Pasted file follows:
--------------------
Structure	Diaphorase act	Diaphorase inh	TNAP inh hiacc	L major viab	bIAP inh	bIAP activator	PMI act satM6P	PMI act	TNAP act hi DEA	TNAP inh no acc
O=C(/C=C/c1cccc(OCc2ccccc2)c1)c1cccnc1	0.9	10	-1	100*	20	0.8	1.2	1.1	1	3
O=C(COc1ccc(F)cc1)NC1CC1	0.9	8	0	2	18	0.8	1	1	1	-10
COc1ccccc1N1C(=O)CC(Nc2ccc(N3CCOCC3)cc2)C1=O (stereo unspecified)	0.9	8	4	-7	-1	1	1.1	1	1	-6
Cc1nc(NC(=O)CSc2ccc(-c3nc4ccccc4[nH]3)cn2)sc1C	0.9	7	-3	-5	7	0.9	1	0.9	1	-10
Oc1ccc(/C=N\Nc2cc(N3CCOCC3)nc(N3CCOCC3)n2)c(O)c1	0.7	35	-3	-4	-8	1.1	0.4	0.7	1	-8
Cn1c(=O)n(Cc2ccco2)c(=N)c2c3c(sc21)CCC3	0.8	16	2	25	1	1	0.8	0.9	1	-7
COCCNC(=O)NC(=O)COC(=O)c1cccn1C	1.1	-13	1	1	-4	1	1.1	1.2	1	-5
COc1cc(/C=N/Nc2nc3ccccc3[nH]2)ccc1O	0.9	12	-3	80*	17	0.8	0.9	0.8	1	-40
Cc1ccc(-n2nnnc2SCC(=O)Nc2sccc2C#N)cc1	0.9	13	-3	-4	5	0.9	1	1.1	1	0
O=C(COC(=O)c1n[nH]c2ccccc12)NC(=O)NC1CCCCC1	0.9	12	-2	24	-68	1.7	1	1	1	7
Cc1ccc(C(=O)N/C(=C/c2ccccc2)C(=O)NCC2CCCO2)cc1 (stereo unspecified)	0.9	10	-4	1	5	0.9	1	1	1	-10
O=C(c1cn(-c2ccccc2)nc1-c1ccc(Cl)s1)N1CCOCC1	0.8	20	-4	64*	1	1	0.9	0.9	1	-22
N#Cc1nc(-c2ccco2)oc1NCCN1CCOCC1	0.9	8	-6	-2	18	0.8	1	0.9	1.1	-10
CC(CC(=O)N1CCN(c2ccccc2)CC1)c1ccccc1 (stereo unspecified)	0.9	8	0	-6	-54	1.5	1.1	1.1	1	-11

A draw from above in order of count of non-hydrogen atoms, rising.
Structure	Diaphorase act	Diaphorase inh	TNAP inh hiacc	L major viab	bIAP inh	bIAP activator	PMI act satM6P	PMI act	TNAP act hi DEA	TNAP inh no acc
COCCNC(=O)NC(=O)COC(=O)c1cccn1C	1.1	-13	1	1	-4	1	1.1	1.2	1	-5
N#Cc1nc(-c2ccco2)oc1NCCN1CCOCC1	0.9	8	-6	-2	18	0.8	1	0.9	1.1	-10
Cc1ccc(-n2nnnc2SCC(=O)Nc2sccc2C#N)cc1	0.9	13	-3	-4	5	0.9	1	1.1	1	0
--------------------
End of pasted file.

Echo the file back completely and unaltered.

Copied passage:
Structure	Diaphorase act	Diaphorase inh	TNAP inh hiacc	L major viab	bIAP inh	bIAP activator	PMI act satM6P	PMI act	TNAP act hi DEA	TNAP inh no acc
O=C(/C=C/c1cccc(OCc2ccccc2)c1)c1cccnc1	0.9	10	-1	100*	20	0.8	1.2	1.1	1	3
O=C(COc1ccc(F)cc1)NC1CC1	0.9	8	0	2	18	0.8	1	1	1	-10
COc1ccccc1N1C(=O)CC(Nc2ccc(N3CCOCC3)cc2)C1=O (stereo unspecified)	0.9	8	4	-7	-1	1	1.1	1	1	-6
Cc1nc(NC(=O)CSc2ccc(-c3nc4ccccc4[nH]3)cn2)sc1C	0.9	7	-3	-5	7	0.9	1	0.9	1	-10
Oc1ccc(/C=N\Nc2cc(N3CCOCC3)nc(N3CCOCC3)n2)c(O)c1	0.7	35	-3	-4	-8	1.1	0.4	0.7	1	-8
Cn1c(=O)n(Cc2ccco2)c(=N)c2c3c(sc21)CCC3	0.8	16	2	25	1	1	0.8	0.9	1	-7
COCCNC(=O)NC(=O)COC(=O)c1cccn1C	1.1	-13	1	1	-4	1	1.1	1.2	1	-5
COc1cc(/C=N/Nc2nc3ccccc3[nH]2)ccc1O	0.9	12	-3	80*	17	0.8	0.9	0.8	1	-40
Cc1ccc(-n2nnnc2SCC(=O)Nc2sccc2C#N)cc1	0.9	13	-3	-4	5	0.9	1	1.1	1	0
O=C(COC(=O)c1n[nH]c2ccccc12)NC(=O)NC1CCCCC1	0.9	12	-2	24	-68	1.7	1	1	1	7
Cc1ccc(C(=O)N/C(=C/c2ccccc2)C(=O)NCC2CCCO2)cc1 (stereo unspecified)	0.9	10	-4	1	5	0.9	1	1	1	-10
O=C(c1cn(-c2ccccc2)nc1-c1ccc(Cl)s1)N1CCOCC1	0.8	20	-4	64*	1	1	0.9	0.9	1	-22
N#Cc1nc(-c2ccco2)oc1NCCN1CCOCC1	0.9	8	-6	-2	18	0.8	1	0.9	1.1	-10
CC(CC(=O)N1CCN(c2ccccc2)CC1)c1ccccc1 (stereo unspecified)	0.9	8	0	-6	-54	1.5	1.1	1.1	1	-11

A draw from above in order of count of non-hydrogen atoms, rising.
Structure	Diaphorase act	Diaphorase inh	TNAP inh hiacc	L major viab	bIAP inh	bIAP activator	PMI act satM6P	PMI act	TNAP act hi DEA	TNAP inh no acc
COCCNC(=O)NC(=O)COC(=O)c1cccn1C	1.1	-13	1	1	-4	1	1.1	1.2	1	-5
N#Cc1nc(-c2ccco2)oc1NCCN1CCOCC1	0.9	8	-6	-2	18	0.8	1	0.9	1.1	-10
Cc1ccc(-n2nnnc2SCC(=O)Nc2sccc2C#N)cc1	0.9	13	-3	-4	5	0.9	1	1.1	1	0